Wairarapa Moana f2It was brought to our attention, before the start of the interviews, that the public generally considered farming practices as a main cause for the poor water quality in the region. However, the interviewees noted several other factors that affect the quality of the water. If at least fifty percent of a stakeholder group mentioned a factor of water quality, we noted it and included it in Figure 3, below. Nineteen out of the twenty-nine interviewees acknowledged the impact farming practices has, however they also noted that the natural behavior of the lake, reduced flow, and wastewater discharge have a significant impact.

Wairarapa Moana f3

The team identified flood management as another point of contention. We analyzed whether each interviewee thought the GWRC well manages the scheme or not. The breakdown of responses by stakeholder is shown below in Figure 4, which shows that generally, interviewees thought that the GWRC manages flooding well. The only stakeholder with 50% or more who thought the GWRC did not manage the flooding well was the Rangitāne.

Wairarapa Moana f4

When asked how the GWRC could improve their management of the Lower Wairarapa Valley Development Scheme, the interviewees expressed different priorities for the future. Twenty-three out of twenty-nine interviewees expressed that they wanted the GWRC to address water levels. Eighteen of the respondents mentioned that they desired some alteration in the flow of water through Wairarapa Moana. Eleven interviewees were interested in the fish passage while four stated that they would like more technological improvements.

When discussing what changes the interviewees would like to see regarding the water levels of the lake, fifteen of the twenty-nine interviewees communicated flood protection as one of their priorities. This was the dominating response and not just among landowners, the primary beneficiaries of the scheme, but among the other stakeholder groups as well. The interviewees mentioned other topics for consideration when setting the water levels, including wetlands, natural flow, recreation and fish life. The GWRC should take these ideas into account when considering water levels for the upcoming resource consent.

We asked the interviewees what changes they would like to see occur with the way the GWRC manages the lake. Overall, eleven out of the twenty-nine interviewees stated that they would like more attention towards scientific research going forward. Seven out of the twenty- nine interviewees thought that the GWRC should focus more on improving iwi relationships. The data suggests that 75% of the Rangitāne interviewees share this view, and would like the GWRC to increase Rangitāne involvement with the decision making process.

Our stakeholder study highlighted three sources of contention in the region: communication, collaboration, and education. We first experienced the communication issues during the Wairarapa Moana Coordinating Committee, when two farmers resigned due to inaccurate media representations of farming practices and water quality. Later, our interviews and results further stressed that the Wairarapa community felt there was a lack of communication between stakeholders and the Greater Wellington Regional Council.

Collaboration is the second source of contention. Even though relationships between the Rangitāne and management groups such as the GWRC and DOC are improving, there is little co- management involving the iwi. Additionally, both Rangitāne and farmers believe that the GWRC does not take their input into account when making decisions. Interviewees stated the need for people in management who understand the area, are passionate, and are “good people.”

The third source of contention is education. Our responses show on average 43% of the interviews did not provide a response for some of our topics. This, combined with the qualitative data we collected, suggests that many individuals are not aware of the current management practices of the Lower Wairarapa Valley Development Scheme. The GWRC should make efforts towards amending this.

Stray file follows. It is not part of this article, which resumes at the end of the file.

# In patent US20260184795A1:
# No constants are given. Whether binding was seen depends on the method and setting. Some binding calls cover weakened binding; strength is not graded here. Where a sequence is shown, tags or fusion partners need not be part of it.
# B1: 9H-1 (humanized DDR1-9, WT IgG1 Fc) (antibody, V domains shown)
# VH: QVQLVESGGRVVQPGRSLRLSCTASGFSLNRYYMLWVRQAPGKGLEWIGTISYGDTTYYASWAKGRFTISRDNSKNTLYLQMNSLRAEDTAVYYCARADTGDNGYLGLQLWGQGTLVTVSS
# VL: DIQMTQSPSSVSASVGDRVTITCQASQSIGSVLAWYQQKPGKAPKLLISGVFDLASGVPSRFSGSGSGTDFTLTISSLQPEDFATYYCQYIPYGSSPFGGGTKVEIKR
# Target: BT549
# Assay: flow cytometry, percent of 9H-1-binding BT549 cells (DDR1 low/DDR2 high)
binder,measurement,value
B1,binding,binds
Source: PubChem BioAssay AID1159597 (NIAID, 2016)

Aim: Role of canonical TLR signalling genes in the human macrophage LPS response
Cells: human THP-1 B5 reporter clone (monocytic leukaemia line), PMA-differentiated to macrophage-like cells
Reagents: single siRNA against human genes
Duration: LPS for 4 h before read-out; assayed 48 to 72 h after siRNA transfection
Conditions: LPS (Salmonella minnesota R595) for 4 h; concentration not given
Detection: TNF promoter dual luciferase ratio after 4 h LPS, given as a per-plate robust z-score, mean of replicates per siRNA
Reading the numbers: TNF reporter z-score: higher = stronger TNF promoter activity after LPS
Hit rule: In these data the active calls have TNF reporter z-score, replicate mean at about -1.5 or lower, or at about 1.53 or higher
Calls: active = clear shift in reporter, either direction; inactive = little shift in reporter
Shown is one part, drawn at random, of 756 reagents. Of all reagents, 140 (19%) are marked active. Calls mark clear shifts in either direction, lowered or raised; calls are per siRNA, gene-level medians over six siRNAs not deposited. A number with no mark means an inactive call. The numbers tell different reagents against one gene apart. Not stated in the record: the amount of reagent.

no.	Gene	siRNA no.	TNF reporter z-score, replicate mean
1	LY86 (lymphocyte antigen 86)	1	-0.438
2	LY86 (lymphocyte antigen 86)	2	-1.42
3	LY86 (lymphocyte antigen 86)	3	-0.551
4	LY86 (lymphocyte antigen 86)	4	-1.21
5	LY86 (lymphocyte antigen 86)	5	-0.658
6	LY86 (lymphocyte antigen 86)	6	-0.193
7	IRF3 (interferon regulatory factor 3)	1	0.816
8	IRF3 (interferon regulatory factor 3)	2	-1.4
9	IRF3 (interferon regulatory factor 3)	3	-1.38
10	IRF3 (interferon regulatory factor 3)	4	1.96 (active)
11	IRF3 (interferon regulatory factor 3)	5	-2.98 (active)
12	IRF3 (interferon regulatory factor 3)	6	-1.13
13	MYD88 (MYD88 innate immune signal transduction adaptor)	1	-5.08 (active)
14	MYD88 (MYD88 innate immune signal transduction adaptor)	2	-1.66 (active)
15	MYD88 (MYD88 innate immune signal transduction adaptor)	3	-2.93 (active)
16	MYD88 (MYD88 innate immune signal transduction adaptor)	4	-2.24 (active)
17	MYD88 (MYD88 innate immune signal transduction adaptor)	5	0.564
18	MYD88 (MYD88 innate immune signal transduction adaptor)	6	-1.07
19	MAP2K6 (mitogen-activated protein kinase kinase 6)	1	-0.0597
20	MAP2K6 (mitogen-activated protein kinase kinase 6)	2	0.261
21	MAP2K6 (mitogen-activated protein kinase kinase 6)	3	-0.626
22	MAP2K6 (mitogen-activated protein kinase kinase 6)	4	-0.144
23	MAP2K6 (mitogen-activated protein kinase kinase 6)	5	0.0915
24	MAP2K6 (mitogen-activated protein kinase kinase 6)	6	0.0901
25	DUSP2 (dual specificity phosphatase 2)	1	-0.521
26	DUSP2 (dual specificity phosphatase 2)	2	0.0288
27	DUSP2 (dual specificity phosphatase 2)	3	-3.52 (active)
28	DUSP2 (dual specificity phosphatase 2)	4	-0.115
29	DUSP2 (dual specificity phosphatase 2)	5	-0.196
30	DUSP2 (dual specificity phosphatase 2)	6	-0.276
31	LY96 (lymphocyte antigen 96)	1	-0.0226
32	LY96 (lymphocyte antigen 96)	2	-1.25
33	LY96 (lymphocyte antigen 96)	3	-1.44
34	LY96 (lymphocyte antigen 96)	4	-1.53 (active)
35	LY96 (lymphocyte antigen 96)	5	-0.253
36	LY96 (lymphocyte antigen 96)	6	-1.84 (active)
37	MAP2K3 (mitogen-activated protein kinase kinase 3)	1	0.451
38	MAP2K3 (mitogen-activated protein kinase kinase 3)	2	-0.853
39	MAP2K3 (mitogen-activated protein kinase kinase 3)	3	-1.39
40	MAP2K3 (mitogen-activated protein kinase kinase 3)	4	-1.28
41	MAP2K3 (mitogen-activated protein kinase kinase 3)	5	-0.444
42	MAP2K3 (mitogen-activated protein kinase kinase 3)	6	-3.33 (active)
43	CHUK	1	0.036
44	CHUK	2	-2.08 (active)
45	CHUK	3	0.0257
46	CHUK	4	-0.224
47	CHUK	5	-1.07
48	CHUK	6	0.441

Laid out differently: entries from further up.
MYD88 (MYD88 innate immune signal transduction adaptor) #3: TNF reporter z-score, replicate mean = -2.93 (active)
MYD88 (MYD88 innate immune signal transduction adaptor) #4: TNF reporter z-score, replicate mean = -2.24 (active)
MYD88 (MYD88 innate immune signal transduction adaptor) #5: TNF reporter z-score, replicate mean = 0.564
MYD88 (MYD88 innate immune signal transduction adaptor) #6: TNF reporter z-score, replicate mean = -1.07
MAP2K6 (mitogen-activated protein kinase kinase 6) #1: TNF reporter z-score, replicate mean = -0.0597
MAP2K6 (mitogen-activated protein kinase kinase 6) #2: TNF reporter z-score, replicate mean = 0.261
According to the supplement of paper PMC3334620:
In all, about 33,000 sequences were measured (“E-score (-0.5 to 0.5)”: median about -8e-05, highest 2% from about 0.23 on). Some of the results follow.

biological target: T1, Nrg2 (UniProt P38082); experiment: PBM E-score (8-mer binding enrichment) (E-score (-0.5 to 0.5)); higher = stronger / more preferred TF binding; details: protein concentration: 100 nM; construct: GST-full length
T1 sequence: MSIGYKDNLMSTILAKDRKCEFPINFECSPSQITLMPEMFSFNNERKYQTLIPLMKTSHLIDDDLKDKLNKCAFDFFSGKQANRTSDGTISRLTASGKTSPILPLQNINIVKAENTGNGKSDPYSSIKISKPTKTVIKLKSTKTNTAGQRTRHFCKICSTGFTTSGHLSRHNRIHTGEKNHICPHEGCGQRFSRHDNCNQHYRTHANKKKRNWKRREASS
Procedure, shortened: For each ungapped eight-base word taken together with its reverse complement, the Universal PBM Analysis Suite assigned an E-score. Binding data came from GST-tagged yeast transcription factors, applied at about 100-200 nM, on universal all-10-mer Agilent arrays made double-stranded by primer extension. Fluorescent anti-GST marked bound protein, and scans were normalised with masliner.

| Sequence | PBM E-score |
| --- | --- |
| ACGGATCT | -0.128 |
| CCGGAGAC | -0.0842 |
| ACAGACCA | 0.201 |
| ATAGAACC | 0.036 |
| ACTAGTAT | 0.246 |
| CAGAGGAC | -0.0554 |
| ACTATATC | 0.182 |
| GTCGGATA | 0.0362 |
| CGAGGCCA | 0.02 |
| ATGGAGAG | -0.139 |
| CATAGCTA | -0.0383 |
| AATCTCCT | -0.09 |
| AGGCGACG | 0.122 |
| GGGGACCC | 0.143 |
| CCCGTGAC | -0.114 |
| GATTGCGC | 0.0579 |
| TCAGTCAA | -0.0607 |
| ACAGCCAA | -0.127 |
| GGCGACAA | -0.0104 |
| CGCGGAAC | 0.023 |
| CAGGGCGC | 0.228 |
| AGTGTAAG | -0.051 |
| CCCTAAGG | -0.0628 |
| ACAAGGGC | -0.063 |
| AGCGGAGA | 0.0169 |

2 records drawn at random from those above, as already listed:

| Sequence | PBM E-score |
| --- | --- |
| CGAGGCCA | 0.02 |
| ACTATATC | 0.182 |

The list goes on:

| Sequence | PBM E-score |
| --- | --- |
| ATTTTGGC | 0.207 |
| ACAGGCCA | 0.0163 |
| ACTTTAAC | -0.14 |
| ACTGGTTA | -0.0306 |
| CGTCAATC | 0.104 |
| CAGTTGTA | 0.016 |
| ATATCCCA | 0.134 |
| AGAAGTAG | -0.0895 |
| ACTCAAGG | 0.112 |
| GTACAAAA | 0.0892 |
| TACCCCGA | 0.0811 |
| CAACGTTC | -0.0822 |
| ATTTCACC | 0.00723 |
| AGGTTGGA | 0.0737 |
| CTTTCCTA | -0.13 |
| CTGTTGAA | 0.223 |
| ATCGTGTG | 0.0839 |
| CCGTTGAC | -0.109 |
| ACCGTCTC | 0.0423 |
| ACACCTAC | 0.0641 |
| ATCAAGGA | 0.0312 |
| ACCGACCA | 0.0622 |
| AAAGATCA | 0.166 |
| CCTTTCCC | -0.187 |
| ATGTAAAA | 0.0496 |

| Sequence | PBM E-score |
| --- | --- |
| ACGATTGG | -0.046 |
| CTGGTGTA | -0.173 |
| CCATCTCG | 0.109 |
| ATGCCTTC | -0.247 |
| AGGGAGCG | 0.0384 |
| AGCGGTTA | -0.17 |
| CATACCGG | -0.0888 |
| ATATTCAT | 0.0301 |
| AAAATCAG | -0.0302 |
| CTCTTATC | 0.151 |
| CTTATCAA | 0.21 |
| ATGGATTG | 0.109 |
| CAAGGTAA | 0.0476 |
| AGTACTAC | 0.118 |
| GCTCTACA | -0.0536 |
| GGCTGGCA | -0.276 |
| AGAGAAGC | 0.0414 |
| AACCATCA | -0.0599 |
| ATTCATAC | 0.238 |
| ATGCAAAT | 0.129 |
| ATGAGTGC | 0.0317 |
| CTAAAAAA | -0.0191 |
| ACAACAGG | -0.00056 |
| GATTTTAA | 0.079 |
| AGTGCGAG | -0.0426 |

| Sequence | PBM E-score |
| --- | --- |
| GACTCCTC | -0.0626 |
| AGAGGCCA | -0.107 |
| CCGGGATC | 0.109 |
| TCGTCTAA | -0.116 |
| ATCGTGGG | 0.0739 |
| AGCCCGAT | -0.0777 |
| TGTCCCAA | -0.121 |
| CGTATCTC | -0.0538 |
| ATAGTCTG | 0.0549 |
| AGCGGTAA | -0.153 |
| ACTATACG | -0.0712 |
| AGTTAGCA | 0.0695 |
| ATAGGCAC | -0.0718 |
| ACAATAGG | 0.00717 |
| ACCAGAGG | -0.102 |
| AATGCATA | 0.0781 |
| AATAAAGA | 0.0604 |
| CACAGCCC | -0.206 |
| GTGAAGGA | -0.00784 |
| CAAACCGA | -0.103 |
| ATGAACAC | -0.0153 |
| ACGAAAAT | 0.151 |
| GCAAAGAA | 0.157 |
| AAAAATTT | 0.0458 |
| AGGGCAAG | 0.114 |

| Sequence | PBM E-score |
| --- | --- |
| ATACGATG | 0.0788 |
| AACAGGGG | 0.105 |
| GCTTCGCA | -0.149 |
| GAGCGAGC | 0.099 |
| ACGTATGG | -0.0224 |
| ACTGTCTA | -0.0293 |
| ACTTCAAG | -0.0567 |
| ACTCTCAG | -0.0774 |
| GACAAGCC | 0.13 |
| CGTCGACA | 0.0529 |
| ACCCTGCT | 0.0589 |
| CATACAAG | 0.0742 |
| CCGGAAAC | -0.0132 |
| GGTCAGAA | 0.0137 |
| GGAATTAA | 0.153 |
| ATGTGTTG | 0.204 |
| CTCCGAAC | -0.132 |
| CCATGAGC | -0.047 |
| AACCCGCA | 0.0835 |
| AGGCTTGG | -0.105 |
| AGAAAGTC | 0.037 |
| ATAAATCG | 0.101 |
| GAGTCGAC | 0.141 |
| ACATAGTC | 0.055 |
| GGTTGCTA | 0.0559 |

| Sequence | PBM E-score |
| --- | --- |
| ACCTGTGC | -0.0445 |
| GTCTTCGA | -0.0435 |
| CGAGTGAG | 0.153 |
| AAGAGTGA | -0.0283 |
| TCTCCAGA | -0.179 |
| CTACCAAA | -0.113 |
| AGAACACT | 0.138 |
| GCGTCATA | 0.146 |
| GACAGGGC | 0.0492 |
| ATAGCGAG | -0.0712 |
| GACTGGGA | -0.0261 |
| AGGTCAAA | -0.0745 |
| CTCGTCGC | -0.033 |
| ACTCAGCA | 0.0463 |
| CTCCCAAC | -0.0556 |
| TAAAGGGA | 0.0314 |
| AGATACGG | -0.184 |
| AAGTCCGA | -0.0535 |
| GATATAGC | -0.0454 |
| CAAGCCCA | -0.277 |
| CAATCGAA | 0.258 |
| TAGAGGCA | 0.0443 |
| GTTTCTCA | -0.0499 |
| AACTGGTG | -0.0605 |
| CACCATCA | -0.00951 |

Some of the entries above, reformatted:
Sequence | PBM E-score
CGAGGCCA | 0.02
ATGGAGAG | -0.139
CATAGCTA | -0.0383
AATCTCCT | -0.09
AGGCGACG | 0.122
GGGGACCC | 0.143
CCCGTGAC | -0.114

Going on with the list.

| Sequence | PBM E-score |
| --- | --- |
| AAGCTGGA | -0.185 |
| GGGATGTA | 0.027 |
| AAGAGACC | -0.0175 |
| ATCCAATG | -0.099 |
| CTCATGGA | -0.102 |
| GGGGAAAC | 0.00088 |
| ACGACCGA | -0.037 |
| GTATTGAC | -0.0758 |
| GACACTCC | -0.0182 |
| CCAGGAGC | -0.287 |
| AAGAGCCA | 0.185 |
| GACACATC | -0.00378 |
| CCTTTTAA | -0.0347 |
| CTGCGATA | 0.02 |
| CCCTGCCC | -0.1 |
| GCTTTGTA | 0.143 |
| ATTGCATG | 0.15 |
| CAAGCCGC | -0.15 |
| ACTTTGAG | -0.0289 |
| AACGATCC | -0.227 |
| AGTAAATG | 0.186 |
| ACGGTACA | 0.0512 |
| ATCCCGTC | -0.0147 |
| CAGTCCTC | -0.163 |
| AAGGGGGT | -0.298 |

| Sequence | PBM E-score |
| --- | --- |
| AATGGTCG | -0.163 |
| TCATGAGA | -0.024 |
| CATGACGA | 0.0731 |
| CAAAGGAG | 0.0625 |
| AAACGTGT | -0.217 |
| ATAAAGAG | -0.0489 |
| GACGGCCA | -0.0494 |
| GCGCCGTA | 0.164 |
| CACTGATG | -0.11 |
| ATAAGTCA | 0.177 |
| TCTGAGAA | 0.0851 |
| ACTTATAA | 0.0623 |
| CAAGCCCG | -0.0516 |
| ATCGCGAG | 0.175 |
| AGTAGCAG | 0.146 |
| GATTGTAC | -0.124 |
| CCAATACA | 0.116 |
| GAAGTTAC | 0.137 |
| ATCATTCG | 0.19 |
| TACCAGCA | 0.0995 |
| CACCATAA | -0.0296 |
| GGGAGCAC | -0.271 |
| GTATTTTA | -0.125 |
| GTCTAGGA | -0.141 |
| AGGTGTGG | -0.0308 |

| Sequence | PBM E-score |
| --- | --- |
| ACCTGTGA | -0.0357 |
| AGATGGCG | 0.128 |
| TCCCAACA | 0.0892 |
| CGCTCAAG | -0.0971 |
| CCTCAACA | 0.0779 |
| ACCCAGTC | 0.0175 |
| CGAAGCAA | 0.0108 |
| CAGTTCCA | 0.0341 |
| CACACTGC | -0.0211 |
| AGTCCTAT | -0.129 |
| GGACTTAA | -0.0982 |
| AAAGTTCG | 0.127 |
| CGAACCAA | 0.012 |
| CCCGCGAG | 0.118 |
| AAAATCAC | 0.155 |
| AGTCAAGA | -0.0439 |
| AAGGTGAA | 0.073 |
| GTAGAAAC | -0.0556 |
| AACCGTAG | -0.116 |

An important finding from our study involves the Ruamahanga Cutoff. The cutoff is a stagnant body of water that used to connect the Ruamahanga River and Lake Wairarapa. The implementation of the Lower Wairarapa Valley Development Scheme indirectly left this body of water stagnant. This is optimal as a practice location for select interviewees of the recreational water users group. In an effort to improve water quality, one farmer plans to remove part of the barrier between the cutoff and lake. This will ultimately render the cutoff unfit for skiing, due to the fluctuating water levels. From our interviews, we found that water-skiers did not know about the farmer’s activity and that the farmer did not know the implications of activity on the water- skiers. Although the cutoff will gain a flushing effect from the lake, it is important that all concerned stakeholders have a voice in this matter before it proceeds.

Through this project’s qualitative analysis, we determined the stakeholder’s primary concerns. Rangitāne interviewees stressed the current lack of flowing water and natural processes as well as co-management of the lake. The Department of Conservation’s main focus was the protection of native wildlife. The South Wairarapa District Council tended to regard tourism as a priority. Landowners emphasized that they need the flood protection maintained. The data suggests that the recreational water user interviewees require the preservation of the barrier between the cutoff and the lake.

The Greater Wellington Regional council sponsored this two-year project that ultimately four teams will complete. Although this project does not reflect the values of all of the stakeholders in the region, we acknowledge the similarities, differences, and concerns between the stakeholders given to us. Overall the people of Wairarapa want what is best for Wairarapa Moana. Behind the differing opinions, they share the same core values in preserving and cherishing what the region has to offer. We felt that one quote by Tony Silbery nicely summarized these ideas.

“It’s a big water store in times of flood so it’s got its role as part of the lower valley and central valley’s flood protection systems… It’s got its role as a recreational asset, fishing, shooting, birdwatching. It’s got its role as a natural asset. Different people in the community will latch onto one of those. But when you talk to them, you’ll find that they recognize all of them. For Wairarapa people, Wairarapa Moana really is the heart of the whole place and if you identify with Wairarapa, one of the first things you’ll identify with is that body of water.”

– Tony Silbery